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Old 04-29-2005, 04:00 AM   #31
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Gustav,

yeah sorry I always use mm to measure the timing so I dont even know why I'm talking degrees! Basically there in 3 degrees to 1mm, so 12 degrees in 4mm and so on.

The springs I suggested are medium hard pt no 41392 and hard pt no 41393.

Rookie Solara,

Its not the easiest thing to describe. Basically what I mean is ignore the label and scribe your own mark on the opposite side of the can and endbell. This is easy to do on the can as zero is right in the center of the ident. On the enbell, file or scribe a little notch exacty 180 degrees opposite the standard one. The easiest way to do this is remove the endbell and the srews and use a straight edge to determine the center point (the straight edge should line up with the original mark and through the center of the two endbell srews) then scribe the line. You can then use these to measure the timing using a soft tape measure........or as Jon Kerr said, buy a timing Jig!!

The pics may help...
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Old 04-29-2005, 04:00 AM   #32
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and the other...
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Old 04-29-2005, 04:21 AM   #33
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Thanks for the reply Steve
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Old 04-29-2005, 09:59 AM   #34
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Quote:
Originally posted by Spud_J
and the other...
Spud...........picture better then thousand words, another great example............greatly appreciated.
Except........now, my head is completely confused between degrees and MM.....or MM over degrees, or........what the heck I am talking about here now....?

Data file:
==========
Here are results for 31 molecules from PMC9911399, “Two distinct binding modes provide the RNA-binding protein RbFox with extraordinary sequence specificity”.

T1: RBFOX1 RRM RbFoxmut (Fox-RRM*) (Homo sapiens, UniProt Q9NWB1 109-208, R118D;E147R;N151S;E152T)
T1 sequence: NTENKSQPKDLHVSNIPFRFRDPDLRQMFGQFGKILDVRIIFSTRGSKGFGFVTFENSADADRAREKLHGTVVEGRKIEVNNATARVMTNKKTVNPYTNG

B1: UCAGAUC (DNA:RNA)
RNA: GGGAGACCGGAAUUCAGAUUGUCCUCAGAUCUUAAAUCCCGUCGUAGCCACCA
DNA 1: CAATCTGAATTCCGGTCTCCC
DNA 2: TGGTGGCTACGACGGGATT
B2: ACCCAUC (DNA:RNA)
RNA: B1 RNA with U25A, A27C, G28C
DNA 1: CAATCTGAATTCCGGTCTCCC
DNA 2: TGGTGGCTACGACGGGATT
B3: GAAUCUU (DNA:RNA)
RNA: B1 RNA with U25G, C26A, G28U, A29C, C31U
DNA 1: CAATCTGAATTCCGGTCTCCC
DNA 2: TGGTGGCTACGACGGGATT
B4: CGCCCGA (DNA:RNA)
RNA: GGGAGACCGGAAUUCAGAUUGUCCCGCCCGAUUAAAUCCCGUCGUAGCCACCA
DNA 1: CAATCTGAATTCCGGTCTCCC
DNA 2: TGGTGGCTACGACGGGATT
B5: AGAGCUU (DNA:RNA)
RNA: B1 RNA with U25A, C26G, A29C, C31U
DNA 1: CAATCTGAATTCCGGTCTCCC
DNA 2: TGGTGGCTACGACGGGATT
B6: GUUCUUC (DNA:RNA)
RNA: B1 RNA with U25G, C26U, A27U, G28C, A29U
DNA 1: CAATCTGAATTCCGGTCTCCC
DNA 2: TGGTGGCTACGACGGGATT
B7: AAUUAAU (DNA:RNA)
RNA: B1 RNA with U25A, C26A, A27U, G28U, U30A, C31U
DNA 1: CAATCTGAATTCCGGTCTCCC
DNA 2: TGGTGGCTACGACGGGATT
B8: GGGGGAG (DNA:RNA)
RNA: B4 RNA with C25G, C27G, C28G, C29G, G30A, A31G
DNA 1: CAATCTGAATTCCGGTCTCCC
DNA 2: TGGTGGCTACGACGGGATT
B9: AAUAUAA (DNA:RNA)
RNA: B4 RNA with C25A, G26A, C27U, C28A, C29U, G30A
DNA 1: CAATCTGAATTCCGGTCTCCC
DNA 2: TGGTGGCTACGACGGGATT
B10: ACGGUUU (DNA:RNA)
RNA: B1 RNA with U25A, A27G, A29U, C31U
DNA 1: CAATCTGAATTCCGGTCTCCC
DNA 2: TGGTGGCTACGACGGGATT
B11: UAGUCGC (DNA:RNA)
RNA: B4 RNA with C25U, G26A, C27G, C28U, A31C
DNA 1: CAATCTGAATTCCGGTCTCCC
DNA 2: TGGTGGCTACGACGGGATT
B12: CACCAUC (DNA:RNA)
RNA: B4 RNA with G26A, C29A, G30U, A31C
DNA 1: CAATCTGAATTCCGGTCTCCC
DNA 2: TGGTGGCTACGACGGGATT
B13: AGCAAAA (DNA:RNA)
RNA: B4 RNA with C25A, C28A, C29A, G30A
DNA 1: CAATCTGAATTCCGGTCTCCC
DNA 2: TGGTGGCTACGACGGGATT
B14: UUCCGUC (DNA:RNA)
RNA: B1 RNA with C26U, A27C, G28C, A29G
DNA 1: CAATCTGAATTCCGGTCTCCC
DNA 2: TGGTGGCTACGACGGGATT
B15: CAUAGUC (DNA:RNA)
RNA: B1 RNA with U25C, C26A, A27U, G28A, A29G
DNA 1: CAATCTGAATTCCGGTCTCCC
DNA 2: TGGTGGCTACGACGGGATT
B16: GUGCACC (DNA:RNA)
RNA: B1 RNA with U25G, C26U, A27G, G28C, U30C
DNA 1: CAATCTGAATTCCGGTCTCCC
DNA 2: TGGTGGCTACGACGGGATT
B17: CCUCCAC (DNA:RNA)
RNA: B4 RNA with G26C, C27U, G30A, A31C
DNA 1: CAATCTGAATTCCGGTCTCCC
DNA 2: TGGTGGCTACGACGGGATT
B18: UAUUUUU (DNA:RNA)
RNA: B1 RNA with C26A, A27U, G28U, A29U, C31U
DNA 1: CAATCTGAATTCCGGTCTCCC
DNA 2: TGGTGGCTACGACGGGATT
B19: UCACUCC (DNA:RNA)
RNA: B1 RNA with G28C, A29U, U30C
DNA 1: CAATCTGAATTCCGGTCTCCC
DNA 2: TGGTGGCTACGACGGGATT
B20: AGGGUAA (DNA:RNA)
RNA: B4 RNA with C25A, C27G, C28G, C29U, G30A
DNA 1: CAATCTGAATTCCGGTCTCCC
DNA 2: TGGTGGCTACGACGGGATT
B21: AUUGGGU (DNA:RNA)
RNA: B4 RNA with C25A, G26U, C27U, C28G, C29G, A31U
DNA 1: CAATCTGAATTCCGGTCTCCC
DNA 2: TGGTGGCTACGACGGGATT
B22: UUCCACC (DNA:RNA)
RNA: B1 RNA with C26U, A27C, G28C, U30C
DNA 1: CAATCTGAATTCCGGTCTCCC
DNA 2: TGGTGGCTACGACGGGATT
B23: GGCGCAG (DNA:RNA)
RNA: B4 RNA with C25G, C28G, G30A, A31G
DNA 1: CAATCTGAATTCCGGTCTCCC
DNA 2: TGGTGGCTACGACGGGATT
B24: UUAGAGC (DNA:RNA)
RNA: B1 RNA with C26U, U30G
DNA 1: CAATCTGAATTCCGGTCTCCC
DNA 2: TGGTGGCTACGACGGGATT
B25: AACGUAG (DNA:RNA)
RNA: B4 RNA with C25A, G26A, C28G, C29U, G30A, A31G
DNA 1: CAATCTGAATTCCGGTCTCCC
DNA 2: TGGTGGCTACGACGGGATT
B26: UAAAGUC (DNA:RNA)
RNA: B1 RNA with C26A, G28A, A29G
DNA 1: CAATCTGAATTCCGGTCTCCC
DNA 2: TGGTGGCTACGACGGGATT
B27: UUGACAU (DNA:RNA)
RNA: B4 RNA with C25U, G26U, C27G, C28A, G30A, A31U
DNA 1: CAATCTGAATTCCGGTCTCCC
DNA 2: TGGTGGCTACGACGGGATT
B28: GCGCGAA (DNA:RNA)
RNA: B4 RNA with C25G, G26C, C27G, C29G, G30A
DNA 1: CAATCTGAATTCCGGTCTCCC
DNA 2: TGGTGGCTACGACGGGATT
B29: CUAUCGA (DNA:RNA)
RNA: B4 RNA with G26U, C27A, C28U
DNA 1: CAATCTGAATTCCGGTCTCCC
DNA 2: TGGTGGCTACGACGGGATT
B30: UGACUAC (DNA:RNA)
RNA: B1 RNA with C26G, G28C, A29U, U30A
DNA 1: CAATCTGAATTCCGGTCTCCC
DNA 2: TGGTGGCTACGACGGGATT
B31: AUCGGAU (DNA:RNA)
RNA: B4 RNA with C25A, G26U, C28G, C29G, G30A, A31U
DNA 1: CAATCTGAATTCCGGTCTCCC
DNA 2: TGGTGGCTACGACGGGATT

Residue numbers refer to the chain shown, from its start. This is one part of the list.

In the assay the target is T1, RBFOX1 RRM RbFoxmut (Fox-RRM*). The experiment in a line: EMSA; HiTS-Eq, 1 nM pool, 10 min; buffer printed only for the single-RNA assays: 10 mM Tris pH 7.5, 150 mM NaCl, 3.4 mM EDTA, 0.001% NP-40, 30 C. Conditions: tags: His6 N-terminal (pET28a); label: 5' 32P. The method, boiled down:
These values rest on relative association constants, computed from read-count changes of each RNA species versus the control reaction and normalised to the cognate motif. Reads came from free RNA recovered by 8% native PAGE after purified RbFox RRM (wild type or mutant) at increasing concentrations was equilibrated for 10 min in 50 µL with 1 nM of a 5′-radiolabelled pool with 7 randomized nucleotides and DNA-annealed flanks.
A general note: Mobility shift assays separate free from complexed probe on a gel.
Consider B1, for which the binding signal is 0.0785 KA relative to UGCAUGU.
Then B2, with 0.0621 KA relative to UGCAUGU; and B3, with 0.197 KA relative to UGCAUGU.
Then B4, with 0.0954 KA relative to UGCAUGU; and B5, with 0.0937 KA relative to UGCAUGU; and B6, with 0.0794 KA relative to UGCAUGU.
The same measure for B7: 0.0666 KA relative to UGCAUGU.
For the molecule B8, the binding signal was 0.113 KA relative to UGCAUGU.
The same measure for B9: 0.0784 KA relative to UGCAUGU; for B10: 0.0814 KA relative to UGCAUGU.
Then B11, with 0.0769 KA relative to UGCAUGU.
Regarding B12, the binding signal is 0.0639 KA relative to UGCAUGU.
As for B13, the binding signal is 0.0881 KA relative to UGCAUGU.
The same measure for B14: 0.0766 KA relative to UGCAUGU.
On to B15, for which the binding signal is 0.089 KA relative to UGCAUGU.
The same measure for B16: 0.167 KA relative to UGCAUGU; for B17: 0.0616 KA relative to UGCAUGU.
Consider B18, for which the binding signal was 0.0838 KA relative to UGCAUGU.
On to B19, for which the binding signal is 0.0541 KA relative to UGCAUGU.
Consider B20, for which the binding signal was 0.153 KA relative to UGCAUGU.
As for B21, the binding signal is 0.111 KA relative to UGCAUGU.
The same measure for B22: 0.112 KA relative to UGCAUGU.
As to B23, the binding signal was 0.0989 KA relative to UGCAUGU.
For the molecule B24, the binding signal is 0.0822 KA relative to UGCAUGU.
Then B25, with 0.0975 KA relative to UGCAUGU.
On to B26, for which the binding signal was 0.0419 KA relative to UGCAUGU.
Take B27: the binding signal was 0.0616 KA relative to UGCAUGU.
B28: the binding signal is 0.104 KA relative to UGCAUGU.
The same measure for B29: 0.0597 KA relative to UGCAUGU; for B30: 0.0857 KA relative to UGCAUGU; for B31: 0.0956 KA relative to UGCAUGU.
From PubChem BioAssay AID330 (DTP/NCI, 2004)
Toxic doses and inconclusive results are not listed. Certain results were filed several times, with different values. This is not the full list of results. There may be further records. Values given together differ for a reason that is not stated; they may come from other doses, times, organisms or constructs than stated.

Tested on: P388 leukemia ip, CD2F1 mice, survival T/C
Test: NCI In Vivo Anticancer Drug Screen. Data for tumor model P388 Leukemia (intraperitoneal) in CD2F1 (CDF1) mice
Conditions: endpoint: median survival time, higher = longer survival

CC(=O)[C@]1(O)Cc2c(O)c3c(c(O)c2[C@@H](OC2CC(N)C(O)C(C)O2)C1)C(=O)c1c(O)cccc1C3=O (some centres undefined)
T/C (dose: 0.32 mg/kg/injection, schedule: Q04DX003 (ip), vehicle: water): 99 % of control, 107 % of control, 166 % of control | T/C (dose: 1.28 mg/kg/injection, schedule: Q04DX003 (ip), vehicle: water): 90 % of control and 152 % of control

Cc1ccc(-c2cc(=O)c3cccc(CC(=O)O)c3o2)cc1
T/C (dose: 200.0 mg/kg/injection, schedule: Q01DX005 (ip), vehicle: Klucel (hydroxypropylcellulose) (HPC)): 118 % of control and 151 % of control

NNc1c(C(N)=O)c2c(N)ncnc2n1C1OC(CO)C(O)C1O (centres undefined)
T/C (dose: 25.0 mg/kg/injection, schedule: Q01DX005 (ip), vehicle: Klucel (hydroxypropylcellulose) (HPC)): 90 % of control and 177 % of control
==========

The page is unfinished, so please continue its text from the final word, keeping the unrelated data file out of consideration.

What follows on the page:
Again, thanks...........or once again, 8x1 motor, what is your recommandation of timing for using on outdoor touring..? 4mm or 4 degree?
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Old 04-29-2005, 12:37 PM   #35
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No probs mate!

Best thing to do is forget degrees altogether, but like I said, 1mm of timing = 3 degrees. In the pic I posted it is set on 5mm so that would be 15 degrees

I if you go back in this post a little I list a pretty good 8 turn setup there and I listed everything there in mm.

What sort of size is the track as that makes a big difference to what timing and ratio I would run?
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Old 04-30-2005, 12:27 AM   #36
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Quote:
Originally posted by SuPerDraGon
Hi

You can start at around 8.6~8.8 at timing on the 3rd line.
Feel the speed down the straight and adjust the ratio.

tried this . Awesome dude
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Old 04-30-2005, 05:00 AM   #37
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Quote:
Originally posted by Spud_J
Dragonfire,